The allotment has been my salvation and source of sanity during the 100plus days of lockdown. When the Prime Minister told us to stay at home and save lives on that Monday evening back in March, I was straining to hear what he had to say about allotments. Please, I said to the cat sleeping contently on my lap, her belly full of chicken, keep our allotments open…. She opened one eye and made a little farty noise. Cats, eh?
Boris had nothing to say on allotment matters, I think he had more on his mind that my Maris Piper chitting in the conservatory, onion sets waiting patiently in their little net bag, and seeds sprouting in the greenhouse. If push came to shove and allotmenteering was banned, I had a contingency. I could head down to the lot at midnight and plant the potatoes and onions they could get on with their growing while I dug up the garden at home for the peas and beans.
Fortunately it didn’t come to that, lockdown allotmenteering was allowed and we all breathed a sigh of relief. Social distancing is never a problem there, sometimes I’m the only one, with nothing but the birds and badgers for company. The birds sing and the badgers dig up the plants and leave their poo, there’s a lot of poo.
During the past 100 days or so, it’s been a place to find normality. Nature has got on with its thing, growing, flowering, multiplying, and that’s just the weeds. I take my flask and radio, dig a bit, plant a bit, chat a bit to neighbours at the prescribed social distance, or just sit and stare around. It’s as if the world hasn’t gone mad after all and that the times are not strange, they are just times.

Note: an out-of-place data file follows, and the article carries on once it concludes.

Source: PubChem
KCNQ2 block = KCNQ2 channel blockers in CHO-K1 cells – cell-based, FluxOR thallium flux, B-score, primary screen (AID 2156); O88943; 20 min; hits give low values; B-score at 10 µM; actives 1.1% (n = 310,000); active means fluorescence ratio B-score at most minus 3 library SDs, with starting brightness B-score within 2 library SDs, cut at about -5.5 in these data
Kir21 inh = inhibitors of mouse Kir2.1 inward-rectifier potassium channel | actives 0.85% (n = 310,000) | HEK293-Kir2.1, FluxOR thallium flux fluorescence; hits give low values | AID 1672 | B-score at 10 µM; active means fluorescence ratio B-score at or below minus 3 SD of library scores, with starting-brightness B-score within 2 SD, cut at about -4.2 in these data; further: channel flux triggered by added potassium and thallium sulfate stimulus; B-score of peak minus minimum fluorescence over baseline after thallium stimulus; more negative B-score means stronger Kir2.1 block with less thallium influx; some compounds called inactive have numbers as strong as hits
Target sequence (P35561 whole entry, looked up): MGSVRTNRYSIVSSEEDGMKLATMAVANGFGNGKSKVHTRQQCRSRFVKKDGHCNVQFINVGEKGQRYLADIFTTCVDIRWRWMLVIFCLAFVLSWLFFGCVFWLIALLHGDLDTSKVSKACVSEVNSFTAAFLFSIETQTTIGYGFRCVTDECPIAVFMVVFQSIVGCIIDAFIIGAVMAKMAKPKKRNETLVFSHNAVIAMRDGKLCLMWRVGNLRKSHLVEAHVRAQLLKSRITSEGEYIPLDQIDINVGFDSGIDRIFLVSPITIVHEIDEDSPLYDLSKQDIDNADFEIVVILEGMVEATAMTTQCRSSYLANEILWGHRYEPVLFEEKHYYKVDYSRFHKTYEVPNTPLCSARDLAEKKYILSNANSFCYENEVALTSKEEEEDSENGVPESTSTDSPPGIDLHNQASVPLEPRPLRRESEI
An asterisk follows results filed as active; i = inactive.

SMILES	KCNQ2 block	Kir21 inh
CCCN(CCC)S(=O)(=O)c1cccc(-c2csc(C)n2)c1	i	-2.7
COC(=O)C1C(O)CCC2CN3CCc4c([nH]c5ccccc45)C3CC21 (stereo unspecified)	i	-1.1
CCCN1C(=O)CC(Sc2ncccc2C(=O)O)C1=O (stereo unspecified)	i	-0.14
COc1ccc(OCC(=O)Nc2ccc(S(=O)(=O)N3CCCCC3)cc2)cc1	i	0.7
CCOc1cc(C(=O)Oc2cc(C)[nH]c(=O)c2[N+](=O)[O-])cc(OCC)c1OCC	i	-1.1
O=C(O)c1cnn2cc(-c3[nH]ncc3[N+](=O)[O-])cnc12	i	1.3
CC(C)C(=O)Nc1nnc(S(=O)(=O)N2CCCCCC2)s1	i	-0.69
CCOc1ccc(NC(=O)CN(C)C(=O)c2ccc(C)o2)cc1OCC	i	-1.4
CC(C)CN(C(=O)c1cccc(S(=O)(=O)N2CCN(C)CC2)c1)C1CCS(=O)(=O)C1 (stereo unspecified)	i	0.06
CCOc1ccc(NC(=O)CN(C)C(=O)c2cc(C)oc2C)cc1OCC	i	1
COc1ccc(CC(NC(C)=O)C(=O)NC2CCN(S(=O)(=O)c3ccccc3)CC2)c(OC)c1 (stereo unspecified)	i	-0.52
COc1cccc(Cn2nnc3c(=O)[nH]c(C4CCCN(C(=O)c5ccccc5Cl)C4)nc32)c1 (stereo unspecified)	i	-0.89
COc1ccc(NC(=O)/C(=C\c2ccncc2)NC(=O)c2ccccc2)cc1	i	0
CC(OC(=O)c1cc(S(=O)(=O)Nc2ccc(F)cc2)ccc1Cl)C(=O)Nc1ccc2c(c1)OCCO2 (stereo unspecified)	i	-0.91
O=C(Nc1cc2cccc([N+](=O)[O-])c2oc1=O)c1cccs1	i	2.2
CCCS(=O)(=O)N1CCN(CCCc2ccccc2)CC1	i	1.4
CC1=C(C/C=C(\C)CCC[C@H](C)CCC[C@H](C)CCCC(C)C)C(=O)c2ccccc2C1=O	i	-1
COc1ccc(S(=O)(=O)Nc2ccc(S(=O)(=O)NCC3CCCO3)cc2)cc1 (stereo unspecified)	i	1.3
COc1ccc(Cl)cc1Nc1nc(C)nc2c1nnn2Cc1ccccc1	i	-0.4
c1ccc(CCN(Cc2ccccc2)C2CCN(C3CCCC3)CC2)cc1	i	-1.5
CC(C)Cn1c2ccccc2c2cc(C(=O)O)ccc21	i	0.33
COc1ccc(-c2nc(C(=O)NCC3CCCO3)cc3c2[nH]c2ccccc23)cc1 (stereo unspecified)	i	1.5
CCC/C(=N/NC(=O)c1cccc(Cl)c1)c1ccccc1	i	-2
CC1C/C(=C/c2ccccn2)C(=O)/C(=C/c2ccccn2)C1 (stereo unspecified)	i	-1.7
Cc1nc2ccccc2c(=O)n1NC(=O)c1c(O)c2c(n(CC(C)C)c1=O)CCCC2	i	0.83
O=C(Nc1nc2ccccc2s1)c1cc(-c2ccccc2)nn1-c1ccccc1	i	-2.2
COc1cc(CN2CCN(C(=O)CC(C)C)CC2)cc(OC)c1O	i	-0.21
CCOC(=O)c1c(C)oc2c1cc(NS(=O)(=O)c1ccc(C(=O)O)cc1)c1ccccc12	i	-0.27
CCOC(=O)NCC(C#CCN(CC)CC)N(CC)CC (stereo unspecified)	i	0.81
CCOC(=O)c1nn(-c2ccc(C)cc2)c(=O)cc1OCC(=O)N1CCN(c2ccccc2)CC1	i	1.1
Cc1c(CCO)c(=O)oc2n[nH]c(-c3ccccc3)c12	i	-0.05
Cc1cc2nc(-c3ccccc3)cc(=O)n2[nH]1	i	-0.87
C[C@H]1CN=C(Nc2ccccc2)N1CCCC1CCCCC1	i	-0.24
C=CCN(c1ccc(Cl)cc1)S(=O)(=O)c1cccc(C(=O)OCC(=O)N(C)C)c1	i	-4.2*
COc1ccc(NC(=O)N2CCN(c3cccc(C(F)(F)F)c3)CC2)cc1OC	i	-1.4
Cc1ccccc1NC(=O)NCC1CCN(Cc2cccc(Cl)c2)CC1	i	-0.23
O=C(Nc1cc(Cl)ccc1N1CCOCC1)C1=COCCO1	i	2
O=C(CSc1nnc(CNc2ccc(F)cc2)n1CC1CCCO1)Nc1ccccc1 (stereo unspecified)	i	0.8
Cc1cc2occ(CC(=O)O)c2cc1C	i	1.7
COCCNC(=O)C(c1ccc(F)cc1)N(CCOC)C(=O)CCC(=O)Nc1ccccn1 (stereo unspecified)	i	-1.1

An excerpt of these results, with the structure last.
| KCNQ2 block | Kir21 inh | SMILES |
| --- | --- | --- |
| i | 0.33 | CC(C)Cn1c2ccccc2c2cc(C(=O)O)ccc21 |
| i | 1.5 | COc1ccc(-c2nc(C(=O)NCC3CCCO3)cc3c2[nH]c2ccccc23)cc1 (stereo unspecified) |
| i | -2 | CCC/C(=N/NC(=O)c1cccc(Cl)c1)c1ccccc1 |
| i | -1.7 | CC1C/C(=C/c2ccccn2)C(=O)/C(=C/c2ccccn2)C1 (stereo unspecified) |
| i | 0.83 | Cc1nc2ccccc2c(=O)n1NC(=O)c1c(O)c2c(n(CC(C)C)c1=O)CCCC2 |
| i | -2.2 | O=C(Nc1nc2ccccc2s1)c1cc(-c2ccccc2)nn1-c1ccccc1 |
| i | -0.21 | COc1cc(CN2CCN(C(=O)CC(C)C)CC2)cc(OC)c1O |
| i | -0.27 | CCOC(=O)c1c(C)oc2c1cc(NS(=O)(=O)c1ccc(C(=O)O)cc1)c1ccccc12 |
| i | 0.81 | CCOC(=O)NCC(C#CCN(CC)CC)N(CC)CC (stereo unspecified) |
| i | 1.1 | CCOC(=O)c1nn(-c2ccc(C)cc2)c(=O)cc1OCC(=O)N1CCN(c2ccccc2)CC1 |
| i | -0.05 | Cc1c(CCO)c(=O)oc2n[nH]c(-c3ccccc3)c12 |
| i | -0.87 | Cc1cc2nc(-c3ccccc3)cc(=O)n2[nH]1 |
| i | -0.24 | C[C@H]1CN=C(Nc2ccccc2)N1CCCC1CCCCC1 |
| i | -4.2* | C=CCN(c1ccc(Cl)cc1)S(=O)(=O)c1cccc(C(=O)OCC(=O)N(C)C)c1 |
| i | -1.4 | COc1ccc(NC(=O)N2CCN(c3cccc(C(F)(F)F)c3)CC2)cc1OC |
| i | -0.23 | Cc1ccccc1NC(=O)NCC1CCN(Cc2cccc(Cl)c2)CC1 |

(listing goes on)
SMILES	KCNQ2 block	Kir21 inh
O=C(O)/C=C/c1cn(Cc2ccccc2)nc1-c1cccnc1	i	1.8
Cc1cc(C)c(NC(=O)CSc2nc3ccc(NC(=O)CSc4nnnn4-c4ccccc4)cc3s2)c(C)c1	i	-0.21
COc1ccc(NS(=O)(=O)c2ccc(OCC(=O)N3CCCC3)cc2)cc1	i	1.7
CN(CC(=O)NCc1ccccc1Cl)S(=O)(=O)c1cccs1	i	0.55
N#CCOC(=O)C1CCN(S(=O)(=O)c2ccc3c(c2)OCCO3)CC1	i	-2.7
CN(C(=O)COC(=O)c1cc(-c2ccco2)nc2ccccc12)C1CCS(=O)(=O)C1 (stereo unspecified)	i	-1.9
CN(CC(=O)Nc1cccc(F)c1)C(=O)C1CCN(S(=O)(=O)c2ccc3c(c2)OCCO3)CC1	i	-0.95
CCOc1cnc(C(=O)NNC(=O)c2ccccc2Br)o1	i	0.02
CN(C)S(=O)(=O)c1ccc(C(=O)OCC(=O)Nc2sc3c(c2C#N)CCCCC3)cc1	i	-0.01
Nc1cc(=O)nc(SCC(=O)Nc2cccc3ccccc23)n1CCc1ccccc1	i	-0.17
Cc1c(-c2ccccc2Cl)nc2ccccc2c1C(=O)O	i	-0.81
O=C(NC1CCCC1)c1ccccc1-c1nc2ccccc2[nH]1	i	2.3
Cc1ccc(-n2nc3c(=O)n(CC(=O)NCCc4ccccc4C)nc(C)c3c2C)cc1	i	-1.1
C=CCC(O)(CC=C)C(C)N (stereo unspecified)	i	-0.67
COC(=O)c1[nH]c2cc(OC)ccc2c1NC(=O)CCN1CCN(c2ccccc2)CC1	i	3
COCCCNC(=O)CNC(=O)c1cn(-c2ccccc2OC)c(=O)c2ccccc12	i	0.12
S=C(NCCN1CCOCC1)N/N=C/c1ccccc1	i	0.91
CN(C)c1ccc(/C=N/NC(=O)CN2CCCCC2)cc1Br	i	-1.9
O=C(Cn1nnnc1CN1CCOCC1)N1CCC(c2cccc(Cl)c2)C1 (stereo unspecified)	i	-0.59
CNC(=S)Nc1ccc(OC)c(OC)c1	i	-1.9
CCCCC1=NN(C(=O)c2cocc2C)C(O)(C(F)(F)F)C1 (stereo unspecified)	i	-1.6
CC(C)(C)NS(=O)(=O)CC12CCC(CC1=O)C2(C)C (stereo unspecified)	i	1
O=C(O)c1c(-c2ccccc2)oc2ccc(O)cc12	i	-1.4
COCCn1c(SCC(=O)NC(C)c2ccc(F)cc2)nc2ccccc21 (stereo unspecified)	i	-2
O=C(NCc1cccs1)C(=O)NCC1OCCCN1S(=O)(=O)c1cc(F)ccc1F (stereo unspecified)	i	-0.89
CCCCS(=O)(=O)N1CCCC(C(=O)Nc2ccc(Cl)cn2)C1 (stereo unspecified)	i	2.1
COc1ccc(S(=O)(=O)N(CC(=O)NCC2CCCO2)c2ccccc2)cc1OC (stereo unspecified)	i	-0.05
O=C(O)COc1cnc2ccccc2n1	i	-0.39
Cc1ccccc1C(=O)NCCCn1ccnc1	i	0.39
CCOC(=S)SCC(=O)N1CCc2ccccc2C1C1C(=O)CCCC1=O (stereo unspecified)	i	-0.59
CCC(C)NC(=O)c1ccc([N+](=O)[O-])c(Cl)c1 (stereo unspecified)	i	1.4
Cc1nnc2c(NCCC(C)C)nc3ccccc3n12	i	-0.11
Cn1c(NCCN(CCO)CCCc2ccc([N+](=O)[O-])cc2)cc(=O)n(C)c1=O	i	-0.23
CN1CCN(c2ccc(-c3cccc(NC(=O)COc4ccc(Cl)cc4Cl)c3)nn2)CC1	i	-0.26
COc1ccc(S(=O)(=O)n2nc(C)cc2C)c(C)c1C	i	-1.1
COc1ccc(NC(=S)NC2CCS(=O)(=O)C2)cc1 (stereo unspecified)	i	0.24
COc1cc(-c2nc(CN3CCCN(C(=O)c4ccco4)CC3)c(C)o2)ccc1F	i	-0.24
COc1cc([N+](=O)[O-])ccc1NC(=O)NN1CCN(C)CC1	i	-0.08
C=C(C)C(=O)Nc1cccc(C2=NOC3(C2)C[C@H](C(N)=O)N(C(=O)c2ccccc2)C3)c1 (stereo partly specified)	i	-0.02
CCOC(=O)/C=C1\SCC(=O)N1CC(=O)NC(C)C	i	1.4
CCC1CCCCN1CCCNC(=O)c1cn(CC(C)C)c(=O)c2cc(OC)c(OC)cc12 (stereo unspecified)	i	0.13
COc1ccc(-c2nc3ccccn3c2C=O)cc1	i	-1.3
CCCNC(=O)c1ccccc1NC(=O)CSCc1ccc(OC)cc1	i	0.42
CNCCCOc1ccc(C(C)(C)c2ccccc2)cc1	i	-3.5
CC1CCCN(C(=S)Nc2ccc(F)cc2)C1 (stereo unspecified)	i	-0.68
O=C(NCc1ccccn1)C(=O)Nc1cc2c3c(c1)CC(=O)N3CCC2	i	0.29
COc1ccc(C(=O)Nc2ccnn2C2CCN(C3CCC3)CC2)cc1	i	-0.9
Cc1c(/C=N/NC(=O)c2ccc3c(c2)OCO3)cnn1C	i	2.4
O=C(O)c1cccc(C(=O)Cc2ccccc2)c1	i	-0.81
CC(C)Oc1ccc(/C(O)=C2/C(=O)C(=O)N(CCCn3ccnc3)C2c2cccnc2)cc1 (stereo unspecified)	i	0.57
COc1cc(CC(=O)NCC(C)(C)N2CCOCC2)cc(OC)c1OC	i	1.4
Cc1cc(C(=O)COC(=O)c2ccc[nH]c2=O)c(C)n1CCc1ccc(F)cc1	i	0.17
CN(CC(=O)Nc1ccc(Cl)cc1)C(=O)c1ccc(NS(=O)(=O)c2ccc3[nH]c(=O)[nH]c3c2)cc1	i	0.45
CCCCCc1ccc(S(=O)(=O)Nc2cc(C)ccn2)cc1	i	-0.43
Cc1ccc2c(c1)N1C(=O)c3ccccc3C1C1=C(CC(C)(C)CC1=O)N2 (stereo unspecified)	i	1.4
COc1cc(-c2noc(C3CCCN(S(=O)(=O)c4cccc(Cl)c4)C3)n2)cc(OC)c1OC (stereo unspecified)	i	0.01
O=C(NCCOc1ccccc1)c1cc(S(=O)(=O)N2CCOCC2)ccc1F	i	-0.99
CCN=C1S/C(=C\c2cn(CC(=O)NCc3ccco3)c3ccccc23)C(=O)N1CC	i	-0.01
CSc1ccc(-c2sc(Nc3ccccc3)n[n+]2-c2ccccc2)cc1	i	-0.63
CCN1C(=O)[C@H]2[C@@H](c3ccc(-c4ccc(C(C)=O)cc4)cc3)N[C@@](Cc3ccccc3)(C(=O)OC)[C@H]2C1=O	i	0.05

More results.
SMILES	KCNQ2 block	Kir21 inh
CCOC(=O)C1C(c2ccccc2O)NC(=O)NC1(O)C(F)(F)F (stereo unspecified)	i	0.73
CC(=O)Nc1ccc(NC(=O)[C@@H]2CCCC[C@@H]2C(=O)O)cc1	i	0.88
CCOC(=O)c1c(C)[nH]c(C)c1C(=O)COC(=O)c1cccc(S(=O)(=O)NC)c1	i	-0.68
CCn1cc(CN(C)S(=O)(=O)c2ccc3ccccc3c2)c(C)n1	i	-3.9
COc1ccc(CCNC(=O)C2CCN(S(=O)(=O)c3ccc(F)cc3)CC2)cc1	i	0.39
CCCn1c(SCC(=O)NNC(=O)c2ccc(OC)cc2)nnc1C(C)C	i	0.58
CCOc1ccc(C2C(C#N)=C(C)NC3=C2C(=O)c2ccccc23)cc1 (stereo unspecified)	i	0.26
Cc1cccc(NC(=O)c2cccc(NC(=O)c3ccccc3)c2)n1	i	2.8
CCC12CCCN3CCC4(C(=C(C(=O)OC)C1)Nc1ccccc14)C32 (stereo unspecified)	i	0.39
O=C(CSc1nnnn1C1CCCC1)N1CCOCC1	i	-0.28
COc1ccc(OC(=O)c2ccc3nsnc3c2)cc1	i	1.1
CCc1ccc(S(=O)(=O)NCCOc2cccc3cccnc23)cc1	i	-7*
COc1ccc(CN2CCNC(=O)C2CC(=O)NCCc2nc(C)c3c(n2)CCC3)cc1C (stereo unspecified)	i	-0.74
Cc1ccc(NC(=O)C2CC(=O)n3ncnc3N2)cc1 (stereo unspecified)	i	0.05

Unfortunately this year we’ve all had unwelcome visitors in the shape of the allium leaf miner, or wiggly wiggly as I know the little buggers. I thought my onions were just being creative when they started to send their leaves into curls. But no, the little mothy thing which came to this country 18 years ago, is sucking up the sap of our spring-planted onions.
It’s bad news for the onions, though good news for my work-out regime. I’ve had to dig them all up, which has worked up a right sweat, I can tell you. They’ll have to be burned or put in my hot bin to make sure they are gone, another workout, eat your heart out Joe Wickes.
Looking around the lots, most of the spring-planted onions have the wiggly wigglies, we’ll all have something to chunter about and we do like a good chunter, it’s all part of allotment life. We do like a good chunter, in fact we’re a bit disappointed if everything’s going well, we are from Yorkshire after all, chuntering is what we do.
In the grand scheme of things, the arrival of the wiggly wigglies isn’t a massive problem, just something else in the great Book of Allotment Learning. I for one have just ordered autumn onions, you can put that in your pipe and smoke it, mothy things.